Students have relished the opportunity to maintain contact with organisations within the town, such as the town and shire councils. Representatives from the town council have been invited to the school by the students to discuss important issues such as graffiti. The outcome of this was a project to work together to initiate action to remove graffiti and litter from the town centre. The students involved learnt valuable lessons in establishing partnerships to solve problems. They also learnt that if they want action on a particular issue then they themselves are quite capable of assuming responsibility rather than deferring to others.

With the involvement of Senator Brian Greig of the Democrats and with the likelihood that the community survey report will be eventually tabled in the Senate, the students have also identified pathways for legislation at the federal level. For those who participated in the Canberra tour, the opportunity to view this process was a highlight.

This development in understanding has been supported by a curriculum focus in Year 9 Society and Environment on Australia's political and legal systems, and an exploration of citizenship as a concept.

Evaluation/assessment

There has been no better highlight than the enthusiasm shown by the students involved in the project. Right from the outset, students appeared to enjoy the 'reality' of the tasks and thrived on the opportunity to venture beyond the school gates in order to interact with members of the wider Narrogin community.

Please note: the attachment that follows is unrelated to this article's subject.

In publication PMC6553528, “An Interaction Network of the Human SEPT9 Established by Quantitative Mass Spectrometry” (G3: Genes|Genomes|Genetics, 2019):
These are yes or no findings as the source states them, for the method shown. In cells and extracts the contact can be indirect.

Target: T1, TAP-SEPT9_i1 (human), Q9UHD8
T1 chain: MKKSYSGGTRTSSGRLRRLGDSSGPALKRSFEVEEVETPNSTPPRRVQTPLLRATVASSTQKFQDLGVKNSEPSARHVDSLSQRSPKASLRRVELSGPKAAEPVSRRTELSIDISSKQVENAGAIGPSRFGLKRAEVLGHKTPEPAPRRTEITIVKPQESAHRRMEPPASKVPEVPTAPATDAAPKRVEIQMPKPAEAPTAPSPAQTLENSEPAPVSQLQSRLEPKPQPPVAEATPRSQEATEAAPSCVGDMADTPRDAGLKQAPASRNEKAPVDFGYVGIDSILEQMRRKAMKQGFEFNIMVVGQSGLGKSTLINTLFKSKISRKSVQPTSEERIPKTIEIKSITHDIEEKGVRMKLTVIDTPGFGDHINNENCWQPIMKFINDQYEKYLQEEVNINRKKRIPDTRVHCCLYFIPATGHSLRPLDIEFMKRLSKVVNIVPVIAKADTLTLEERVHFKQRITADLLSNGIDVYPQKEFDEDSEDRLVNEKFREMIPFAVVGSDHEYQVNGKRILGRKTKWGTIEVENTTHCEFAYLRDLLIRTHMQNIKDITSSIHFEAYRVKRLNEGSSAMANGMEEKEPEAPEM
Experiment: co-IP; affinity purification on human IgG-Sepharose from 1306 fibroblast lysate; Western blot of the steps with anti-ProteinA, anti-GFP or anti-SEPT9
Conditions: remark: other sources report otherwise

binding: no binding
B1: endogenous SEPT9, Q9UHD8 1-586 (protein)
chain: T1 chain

From the discussions taking place in the classrooms, students began to argue that it was simply not enough to talk about citizenship without actually undertaking something more constructive than conducting the survey. During one such discussion, students in one class suggested that they embark on a clean-up of certain areas of the Narrogin CBD. Contact was made with the town council who established links between what the students wanted to do and their own 'Keep Australia Beautiful' campaigns. Other classes were deliberately not told of this development but soon were incensed that they were not included in the clean-up campaign and demanded to participate. As a result, some 160 students became involved in rubbish and graffiti removal across five locations in the town. Tremendous publicity resulted and the students involved received many compliments – which fuelled further discussion on other possible citizenship projects.